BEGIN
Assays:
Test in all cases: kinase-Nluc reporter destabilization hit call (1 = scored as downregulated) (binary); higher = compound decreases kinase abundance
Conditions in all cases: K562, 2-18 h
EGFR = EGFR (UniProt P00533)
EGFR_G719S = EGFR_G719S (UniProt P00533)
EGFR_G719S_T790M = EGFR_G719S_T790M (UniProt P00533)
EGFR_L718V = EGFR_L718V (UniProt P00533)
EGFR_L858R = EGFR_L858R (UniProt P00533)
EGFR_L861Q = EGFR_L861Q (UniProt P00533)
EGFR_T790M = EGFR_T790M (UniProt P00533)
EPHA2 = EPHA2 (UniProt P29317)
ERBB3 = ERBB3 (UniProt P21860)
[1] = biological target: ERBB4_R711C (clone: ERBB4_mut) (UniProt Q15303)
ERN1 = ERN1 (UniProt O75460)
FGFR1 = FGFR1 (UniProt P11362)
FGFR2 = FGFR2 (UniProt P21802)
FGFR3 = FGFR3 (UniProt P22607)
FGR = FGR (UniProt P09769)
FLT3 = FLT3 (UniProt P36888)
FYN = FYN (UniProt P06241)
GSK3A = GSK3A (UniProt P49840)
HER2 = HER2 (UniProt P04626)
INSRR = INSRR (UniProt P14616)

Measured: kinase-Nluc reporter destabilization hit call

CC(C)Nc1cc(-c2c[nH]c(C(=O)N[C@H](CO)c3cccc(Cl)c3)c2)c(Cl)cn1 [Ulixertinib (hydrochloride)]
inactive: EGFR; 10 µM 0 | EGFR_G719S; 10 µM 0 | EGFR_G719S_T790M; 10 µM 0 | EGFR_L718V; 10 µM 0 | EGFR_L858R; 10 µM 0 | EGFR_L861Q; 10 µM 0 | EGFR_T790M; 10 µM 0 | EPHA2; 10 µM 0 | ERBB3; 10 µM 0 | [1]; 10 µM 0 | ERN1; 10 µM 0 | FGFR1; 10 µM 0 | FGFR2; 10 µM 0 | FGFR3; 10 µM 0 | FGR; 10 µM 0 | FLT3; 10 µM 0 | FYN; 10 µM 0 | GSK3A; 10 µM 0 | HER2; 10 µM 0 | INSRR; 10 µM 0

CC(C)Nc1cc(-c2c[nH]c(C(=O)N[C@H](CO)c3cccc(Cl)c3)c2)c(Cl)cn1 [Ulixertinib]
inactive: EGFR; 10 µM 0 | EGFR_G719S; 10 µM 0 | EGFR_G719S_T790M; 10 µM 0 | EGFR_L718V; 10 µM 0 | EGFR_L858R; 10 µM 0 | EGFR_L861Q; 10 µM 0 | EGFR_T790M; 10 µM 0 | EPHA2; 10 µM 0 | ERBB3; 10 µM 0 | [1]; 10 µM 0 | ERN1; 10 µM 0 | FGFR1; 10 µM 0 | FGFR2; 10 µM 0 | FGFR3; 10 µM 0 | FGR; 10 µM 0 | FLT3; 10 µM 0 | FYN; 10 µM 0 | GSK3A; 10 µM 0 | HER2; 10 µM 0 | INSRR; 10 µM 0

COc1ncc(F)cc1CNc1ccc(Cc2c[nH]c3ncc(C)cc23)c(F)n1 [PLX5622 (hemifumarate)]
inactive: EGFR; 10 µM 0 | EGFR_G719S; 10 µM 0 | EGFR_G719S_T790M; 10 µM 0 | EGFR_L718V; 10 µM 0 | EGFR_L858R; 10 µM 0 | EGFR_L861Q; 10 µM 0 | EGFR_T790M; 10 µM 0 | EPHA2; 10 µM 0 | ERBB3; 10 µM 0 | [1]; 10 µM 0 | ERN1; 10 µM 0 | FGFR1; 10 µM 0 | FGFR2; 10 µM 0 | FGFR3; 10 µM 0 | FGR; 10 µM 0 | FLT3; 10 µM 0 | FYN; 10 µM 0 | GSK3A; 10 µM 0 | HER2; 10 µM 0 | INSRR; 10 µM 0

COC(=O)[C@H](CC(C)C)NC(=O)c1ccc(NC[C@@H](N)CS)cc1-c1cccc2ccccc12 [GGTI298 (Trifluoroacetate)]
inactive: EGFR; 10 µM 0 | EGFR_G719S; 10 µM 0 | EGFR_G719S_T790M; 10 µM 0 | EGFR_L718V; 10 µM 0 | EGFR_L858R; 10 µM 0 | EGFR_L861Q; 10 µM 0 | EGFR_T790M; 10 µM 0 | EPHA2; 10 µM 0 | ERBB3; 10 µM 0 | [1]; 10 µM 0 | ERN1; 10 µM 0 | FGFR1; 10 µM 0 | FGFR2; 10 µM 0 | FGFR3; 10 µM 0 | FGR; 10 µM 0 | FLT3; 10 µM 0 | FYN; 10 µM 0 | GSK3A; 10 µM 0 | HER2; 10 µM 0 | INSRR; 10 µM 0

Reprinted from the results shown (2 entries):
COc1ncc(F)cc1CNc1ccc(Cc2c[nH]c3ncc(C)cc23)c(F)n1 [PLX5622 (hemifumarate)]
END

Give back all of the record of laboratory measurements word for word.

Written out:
Assays:
Test in all cases: kinase-Nluc reporter destabilization hit call (1 = scored as downregulated) (binary); higher = compound decreases kinase abundance
Conditions in all cases: K562, 2-18 h
EGFR = EGFR (UniProt P00533)
EGFR_G719S = EGFR_G719S (UniProt P00533)
EGFR_G719S_T790M = EGFR_G719S_T790M (UniProt P00533)
EGFR_L718V = EGFR_L718V (UniProt P00533)
EGFR_L858R = EGFR_L858R (UniProt P00533)
EGFR_L861Q = EGFR_L861Q (UniProt P00533)
EGFR_T790M = EGFR_T790M (UniProt P00533)
EPHA2 = EPHA2 (UniProt P29317)
ERBB3 = ERBB3 (UniProt P21860)
[1] = biological target: ERBB4_R711C (clone: ERBB4_mut) (UniProt Q15303)
ERN1 = ERN1 (UniProt O75460)
FGFR1 = FGFR1 (UniProt P11362)
FGFR2 = FGFR2 (UniProt P21802)
FGFR3 = FGFR3 (UniProt P22607)
FGR = FGR (UniProt P09769)
FLT3 = FLT3 (UniProt P36888)
FYN = FYN (UniProt P06241)
GSK3A = GSK3A (UniProt P49840)
HER2 = HER2 (UniProt P04626)
INSRR = INSRR (UniProt P14616)

Measured: kinase-Nluc reporter destabilization hit call

CC(C)Nc1cc(-c2c[nH]c(C(=O)N[C@H](CO)c3cccc(Cl)c3)c2)c(Cl)cn1 [Ulixertinib (hydrochloride)]
inactive: EGFR; 10 µM 0 | EGFR_G719S; 10 µM 0 | EGFR_G719S_T790M; 10 µM 0 | EGFR_L718V; 10 µM 0 | EGFR_L858R; 10 µM 0 | EGFR_L861Q; 10 µM 0 | EGFR_T790M; 10 µM 0 | EPHA2; 10 µM 0 | ERBB3; 10 µM 0 | [1]; 10 µM 0 | ERN1; 10 µM 0 | FGFR1; 10 µM 0 | FGFR2; 10 µM 0 | FGFR3; 10 µM 0 | FGR; 10 µM 0 | FLT3; 10 µM 0 | FYN; 10 µM 0 | GSK3A; 10 µM 0 | HER2; 10 µM 0 | INSRR; 10 µM 0

CC(C)Nc1cc(-c2c[nH]c(C(=O)N[C@H](CO)c3cccc(Cl)c3)c2)c(Cl)cn1 [Ulixertinib]
inactive: EGFR; 10 µM 0 | EGFR_G719S; 10 µM 0 | EGFR_G719S_T790M; 10 µM 0 | EGFR_L718V; 10 µM 0 | EGFR_L858R; 10 µM 0 | EGFR_L861Q; 10 µM 0 | EGFR_T790M; 10 µM 0 | EPHA2; 10 µM 0 | ERBB3; 10 µM 0 | [1]; 10 µM 0 | ERN1; 10 µM 0 | FGFR1; 10 µM 0 | FGFR2; 10 µM 0 | FGFR3; 10 µM 0 | FGR; 10 µM 0 | FLT3; 10 µM 0 | FYN; 10 µM 0 | GSK3A; 10 µM 0 | HER2; 10 µM 0 | INSRR; 10 µM 0

COc1ncc(F)cc1CNc1ccc(Cc2c[nH]c3ncc(C)cc23)c(F)n1 [PLX5622 (hemifumarate)]
inactive: EGFR; 10 µM 0 | EGFR_G719S; 10 µM 0 | EGFR_G719S_T790M; 10 µM 0 | EGFR_L718V; 10 µM 0 | EGFR_L858R; 10 µM 0 | EGFR_L861Q; 10 µM 0 | EGFR_T790M; 10 µM 0 | EPHA2; 10 µM 0 | ERBB3; 10 µM 0 | [1]; 10 µM 0 | ERN1; 10 µM 0 | FGFR1; 10 µM 0 | FGFR2; 10 µM 0 | FGFR3; 10 µM 0 | FGR; 10 µM 0 | FLT3; 10 µM 0 | FYN; 10 µM 0 | GSK3A; 10 µM 0 | HER2; 10 µM 0 | INSRR; 10 µM 0

COC(=O)[C@H](CC(C)C)NC(=O)c1ccc(NC[C@@H](N)CS)cc1-c1cccc2ccccc12 [GGTI298 (Trifluoroacetate)]
inactive: EGFR; 10 µM 0 | EGFR_G719S; 10 µM 0 | EGFR_G719S_T790M; 10 µM 0 | EGFR_L718V; 10 µM 0 | EGFR_L858R; 10 µM 0 | EGFR_L861Q; 10 µM 0 | EGFR_T790M; 10 µM 0 | EPHA2; 10 µM 0 | ERBB3; 10 µM 0 | [1]; 10 µM 0 | ERN1; 10 µM 0 | FGFR1; 10 µM 0 | FGFR2; 10 µM 0 | FGFR3; 10 µM 0 | FGR; 10 µM 0 | FLT3; 10 µM 0 | FYN; 10 µM 0 | GSK3A; 10 µM 0 | HER2; 10 µM 0 | INSRR; 10 µM 0

Reprinted from the results shown (2 entries):
COc1ncc(F)cc1CNc1ccc(Cc2c[nH]c3ncc(C)cc23)c(F)n1 [PLX5622 (hemifumarate)]